In 1964 the Civil Rights Act was passed and in 1965 as did the Voting Rights Act. Federal law made segregation and discriminatory voting illegal. However there remained issues like the failures of the existing political structures to absorb AA voters, shown by the Mississippi Freedom Democratic Party failing to be accepted at the Democratic Convention. Failures like this frustrated some AA campaigners to the extent that they formed more radical groups. Black Power movements that included the Black panthers couldn’t be ignored if progress continued to be delayed.
How accurate is it to say that Martin Luther King’s policy of peaceful protest was the most important reason for the success of the civil rights movement in the years of 1960-1968? Martin Luther King’s peaceful protests were an important part within the civil rights movement in America between 1960 and 1969. He organised public protests as well as getting involved in many and giving the idea of peaceful protest. Every changed that occurred, somehow leads back to King and his policy of peaceful protest. From 1960 to 1968, King organised four main protests including Washington, Selma, Mississippi Freedom Summer and Birmingham, all of which were peaceful on the African American’s side of the protests.
Language: * The language is formal but easy to understand. It is the language of a politician making a statement. And you can feel the passion when you read the text, especially when he keeps repeating “I have a dream”. Circumstances: * It is written for the March on Washington for Jobs and Freedom and was one of the largest political rallies for human rights in United States history Reader: * This is written as a speech, so it do not have a exactly reader, because It was made to tell, but it got published after the big speech, so you could read it. But it was for the black people, and to talk the black people’s case.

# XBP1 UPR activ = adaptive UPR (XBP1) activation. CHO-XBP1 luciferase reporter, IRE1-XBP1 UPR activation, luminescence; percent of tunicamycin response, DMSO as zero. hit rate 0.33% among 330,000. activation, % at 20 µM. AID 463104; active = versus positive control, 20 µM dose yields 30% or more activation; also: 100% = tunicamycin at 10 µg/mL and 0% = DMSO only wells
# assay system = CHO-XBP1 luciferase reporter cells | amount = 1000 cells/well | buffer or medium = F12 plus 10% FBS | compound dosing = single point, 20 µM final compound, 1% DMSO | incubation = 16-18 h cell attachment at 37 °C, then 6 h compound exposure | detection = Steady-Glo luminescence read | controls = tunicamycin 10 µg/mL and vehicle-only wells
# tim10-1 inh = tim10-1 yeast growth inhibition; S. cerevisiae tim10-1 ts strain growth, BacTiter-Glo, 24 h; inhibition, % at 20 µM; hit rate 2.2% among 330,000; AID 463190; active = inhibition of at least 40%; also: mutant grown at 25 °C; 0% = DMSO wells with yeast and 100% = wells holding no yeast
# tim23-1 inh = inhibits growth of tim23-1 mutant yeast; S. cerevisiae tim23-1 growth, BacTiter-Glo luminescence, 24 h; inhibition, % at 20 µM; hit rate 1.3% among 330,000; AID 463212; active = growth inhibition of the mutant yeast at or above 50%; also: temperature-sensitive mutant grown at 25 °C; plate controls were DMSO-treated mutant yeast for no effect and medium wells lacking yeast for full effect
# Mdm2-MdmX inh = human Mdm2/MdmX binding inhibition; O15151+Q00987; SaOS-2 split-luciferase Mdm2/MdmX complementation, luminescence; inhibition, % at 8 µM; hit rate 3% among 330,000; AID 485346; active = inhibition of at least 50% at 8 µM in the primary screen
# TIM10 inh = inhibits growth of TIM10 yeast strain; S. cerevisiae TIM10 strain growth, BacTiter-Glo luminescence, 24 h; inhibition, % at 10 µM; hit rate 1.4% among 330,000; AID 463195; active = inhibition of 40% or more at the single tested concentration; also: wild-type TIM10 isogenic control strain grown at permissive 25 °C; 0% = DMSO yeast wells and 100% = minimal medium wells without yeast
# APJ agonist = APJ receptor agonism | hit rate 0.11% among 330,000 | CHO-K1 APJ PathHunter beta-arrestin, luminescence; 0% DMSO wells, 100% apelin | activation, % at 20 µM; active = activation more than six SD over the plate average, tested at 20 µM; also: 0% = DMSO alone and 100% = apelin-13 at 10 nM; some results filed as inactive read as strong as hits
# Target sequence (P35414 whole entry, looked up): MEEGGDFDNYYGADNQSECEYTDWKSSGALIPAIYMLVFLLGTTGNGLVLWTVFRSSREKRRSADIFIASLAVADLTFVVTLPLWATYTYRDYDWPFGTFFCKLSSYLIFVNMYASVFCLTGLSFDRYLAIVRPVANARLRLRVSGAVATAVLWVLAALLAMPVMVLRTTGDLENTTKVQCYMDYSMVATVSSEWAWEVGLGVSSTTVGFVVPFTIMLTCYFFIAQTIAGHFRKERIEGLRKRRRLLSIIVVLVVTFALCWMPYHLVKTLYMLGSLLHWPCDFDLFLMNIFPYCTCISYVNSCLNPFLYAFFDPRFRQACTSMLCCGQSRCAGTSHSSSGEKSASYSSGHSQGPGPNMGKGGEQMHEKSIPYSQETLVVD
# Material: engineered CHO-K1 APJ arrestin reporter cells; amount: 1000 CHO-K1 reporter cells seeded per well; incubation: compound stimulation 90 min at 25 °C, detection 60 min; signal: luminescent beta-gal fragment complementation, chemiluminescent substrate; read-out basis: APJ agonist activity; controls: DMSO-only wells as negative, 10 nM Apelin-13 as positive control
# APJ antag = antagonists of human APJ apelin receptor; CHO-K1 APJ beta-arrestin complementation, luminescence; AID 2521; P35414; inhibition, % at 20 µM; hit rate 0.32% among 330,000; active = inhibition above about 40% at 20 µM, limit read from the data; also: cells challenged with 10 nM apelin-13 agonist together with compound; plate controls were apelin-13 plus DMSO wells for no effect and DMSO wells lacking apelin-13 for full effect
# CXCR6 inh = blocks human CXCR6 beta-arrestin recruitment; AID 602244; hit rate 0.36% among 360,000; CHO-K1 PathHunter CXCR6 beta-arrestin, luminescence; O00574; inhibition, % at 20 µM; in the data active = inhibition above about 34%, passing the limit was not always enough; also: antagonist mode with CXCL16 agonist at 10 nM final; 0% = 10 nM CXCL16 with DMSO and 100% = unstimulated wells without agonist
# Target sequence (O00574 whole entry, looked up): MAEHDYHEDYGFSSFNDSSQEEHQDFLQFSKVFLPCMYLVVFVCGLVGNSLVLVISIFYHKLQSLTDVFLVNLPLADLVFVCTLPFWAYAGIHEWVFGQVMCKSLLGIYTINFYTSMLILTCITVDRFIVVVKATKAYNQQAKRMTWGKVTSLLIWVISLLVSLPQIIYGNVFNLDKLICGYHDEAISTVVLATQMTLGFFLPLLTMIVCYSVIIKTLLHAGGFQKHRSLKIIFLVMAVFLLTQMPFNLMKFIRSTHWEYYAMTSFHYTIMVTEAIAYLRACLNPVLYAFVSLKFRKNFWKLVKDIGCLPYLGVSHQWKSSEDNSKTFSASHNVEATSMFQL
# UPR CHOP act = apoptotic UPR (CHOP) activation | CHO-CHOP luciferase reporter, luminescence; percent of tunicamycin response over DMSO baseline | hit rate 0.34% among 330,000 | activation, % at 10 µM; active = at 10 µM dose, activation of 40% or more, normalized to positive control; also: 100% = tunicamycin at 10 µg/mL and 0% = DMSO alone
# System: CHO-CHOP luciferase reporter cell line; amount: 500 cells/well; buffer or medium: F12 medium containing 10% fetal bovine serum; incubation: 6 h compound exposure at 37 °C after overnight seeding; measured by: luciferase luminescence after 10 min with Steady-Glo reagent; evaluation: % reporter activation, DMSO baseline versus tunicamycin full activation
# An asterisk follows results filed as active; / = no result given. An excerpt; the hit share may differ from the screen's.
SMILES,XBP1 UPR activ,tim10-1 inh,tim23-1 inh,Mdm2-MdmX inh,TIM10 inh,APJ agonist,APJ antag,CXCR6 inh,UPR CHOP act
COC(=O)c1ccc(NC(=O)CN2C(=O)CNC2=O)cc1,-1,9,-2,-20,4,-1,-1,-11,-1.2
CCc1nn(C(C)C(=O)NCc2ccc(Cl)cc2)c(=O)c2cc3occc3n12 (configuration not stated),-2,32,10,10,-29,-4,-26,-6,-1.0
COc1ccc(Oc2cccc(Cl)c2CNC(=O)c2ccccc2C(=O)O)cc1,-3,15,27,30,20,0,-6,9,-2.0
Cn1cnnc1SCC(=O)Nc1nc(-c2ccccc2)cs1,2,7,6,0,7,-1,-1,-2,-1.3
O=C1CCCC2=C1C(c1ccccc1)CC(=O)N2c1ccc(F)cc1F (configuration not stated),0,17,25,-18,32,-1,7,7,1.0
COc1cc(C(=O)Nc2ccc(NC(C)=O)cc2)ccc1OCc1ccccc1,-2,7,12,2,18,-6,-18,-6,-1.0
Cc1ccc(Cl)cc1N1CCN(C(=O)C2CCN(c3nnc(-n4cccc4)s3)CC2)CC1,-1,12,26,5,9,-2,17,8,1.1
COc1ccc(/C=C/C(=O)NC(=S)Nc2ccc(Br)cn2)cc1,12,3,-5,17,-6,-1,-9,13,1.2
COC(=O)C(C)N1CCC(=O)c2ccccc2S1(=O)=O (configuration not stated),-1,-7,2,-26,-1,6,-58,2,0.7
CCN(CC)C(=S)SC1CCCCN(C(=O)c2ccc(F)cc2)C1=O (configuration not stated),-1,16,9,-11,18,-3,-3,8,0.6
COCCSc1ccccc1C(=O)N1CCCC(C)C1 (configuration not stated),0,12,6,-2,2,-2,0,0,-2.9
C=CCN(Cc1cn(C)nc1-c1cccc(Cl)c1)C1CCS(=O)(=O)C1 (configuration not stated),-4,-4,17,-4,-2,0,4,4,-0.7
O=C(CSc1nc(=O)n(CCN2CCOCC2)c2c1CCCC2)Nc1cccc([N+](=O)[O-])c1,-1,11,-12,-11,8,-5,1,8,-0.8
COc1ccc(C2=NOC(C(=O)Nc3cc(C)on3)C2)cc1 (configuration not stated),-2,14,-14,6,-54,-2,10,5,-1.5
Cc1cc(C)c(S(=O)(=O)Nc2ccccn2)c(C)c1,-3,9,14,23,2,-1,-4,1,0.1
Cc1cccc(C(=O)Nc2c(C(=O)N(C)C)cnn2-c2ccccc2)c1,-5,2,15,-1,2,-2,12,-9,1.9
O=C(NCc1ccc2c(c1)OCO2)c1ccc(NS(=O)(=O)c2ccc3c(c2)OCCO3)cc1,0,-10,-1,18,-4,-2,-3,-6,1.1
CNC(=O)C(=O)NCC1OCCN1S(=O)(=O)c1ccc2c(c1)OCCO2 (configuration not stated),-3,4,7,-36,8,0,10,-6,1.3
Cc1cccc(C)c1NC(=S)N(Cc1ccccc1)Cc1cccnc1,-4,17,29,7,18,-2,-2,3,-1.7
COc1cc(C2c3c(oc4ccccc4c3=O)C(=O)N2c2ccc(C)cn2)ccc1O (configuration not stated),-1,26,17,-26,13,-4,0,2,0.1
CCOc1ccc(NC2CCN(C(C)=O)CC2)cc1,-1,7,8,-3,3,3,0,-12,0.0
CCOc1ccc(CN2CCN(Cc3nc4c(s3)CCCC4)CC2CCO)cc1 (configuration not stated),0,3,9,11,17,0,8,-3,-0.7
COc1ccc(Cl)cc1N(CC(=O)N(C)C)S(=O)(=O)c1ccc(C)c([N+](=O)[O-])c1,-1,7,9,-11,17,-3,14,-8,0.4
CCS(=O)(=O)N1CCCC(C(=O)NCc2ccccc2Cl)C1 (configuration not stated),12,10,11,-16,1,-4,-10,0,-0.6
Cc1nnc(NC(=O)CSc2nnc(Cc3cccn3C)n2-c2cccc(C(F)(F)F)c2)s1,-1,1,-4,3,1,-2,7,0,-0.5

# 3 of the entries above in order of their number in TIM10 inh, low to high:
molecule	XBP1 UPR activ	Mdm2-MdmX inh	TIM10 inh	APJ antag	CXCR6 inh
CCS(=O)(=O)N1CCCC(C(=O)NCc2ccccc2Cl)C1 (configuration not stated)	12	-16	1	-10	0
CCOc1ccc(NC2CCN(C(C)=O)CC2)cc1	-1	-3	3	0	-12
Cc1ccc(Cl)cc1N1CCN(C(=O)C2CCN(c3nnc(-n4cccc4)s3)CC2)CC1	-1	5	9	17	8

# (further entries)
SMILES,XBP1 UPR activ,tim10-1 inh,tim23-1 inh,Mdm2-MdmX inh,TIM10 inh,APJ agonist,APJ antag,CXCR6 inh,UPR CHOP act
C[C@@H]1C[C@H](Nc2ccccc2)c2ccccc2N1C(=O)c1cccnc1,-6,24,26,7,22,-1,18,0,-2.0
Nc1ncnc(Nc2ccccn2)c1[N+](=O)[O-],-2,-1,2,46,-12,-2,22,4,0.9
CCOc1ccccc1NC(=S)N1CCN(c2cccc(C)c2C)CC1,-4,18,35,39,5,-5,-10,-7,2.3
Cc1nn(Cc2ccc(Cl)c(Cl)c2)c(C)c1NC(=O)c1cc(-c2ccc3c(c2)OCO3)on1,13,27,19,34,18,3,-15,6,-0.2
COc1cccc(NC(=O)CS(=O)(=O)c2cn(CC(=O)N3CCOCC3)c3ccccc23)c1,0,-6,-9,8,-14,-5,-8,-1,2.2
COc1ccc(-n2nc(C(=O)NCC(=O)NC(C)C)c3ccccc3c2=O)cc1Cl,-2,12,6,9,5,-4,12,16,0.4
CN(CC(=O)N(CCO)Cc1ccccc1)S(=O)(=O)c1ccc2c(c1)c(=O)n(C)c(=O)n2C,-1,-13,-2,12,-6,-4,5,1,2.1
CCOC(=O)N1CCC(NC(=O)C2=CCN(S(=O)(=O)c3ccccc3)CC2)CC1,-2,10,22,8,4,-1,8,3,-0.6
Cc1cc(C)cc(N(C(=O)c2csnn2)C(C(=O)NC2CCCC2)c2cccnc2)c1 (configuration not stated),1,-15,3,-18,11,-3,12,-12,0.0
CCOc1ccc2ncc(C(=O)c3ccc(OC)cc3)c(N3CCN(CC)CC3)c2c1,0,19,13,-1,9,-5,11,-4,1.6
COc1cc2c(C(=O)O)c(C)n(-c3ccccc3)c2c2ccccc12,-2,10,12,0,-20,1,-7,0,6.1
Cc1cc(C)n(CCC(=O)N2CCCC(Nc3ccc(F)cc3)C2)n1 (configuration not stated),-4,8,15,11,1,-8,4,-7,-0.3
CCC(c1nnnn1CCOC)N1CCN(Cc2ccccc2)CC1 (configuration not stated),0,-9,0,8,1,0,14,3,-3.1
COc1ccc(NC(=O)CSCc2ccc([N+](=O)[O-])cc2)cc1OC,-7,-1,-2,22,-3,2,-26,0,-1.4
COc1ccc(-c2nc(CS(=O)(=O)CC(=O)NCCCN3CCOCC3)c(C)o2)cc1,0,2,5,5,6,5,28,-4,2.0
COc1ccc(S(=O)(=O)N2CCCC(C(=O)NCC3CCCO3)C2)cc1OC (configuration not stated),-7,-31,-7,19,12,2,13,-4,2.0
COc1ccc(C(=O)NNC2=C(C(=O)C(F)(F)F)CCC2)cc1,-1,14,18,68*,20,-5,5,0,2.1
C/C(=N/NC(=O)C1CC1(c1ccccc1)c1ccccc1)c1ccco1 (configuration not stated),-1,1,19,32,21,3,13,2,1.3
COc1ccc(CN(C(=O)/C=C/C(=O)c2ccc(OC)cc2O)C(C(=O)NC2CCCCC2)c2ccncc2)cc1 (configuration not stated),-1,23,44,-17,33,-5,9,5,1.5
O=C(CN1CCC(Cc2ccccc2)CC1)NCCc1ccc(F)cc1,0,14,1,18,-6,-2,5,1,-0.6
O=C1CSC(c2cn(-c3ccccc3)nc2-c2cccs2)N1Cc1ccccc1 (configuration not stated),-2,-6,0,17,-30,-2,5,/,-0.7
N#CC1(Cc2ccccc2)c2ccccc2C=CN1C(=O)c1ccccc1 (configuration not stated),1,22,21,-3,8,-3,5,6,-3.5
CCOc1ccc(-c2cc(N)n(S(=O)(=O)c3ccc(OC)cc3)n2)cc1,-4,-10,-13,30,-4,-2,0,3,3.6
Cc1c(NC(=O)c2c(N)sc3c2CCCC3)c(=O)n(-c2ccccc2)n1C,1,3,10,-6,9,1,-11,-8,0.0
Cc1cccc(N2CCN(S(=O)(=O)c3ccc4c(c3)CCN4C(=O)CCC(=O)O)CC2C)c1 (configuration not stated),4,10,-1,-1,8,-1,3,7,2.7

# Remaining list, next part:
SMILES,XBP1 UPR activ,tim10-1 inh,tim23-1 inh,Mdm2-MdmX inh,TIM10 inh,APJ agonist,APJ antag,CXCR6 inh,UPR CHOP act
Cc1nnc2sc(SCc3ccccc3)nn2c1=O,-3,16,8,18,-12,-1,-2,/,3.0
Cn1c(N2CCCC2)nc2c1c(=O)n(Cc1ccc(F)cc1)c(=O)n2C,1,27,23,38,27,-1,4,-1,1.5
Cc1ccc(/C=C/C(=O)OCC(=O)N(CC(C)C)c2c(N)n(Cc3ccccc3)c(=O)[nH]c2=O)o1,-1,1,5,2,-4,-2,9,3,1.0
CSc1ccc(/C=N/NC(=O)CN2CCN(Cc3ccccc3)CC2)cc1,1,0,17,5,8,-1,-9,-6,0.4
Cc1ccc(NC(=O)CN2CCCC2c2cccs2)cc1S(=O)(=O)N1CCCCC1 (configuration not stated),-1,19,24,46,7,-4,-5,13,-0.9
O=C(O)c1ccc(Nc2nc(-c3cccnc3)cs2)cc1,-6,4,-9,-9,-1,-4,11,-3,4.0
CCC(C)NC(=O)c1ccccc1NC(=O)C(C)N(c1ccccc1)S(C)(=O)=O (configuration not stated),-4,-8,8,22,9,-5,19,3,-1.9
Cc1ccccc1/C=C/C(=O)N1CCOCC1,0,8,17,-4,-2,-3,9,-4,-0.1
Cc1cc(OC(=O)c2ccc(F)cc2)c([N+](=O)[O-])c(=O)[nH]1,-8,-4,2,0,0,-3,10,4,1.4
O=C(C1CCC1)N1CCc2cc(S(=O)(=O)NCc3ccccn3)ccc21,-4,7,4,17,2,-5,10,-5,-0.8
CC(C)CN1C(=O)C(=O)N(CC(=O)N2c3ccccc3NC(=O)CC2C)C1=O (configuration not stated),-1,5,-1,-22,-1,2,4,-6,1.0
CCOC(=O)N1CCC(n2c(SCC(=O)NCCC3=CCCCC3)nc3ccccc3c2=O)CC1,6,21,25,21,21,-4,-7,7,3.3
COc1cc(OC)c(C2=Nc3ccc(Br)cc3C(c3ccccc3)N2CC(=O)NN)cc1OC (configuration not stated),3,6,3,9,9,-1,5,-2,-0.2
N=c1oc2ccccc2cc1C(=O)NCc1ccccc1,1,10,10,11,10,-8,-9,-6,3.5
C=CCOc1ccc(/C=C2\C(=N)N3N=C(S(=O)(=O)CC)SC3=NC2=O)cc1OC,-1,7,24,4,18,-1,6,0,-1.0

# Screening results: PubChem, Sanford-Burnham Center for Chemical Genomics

In his first statement he said, “I am happy to join with you today in what will go down in history as the greatest demonstration for freedom in the history of our nation.” In this statement he has said what he was there to do. He is speaking out for freedom. This speech is one among few to demonstrate the freedom our nation was built upon. We are a nation of democracy and our nation was built on the fact that we have the right to “alter and institute new government” (Congress) . Dr. Martin Luther King’s speeches and demonstrations would provoke a change in the minds and hearts of the American people.
Curtis Long COMM 300 MLK Analysis This paper will analyze and discuss the “I have a dream speech” by Dr. Martin Luther king Jr. which was presented in 1963 at the Lincoln Memorial. The speech is about the failed promises of equality for all, focusing mainly on blacks. The speech culminated a civil rights march on Washington in an attempt to secure rights for African-Americans. The march, King's speech, and other boycotts and protests eventually led to the Civil Rights Act of 1964, which outlawed many aspects of discrimination. The reason that the speech had such a massive impact is due to the tense social mood of the time and it gave black activists a vision for the future.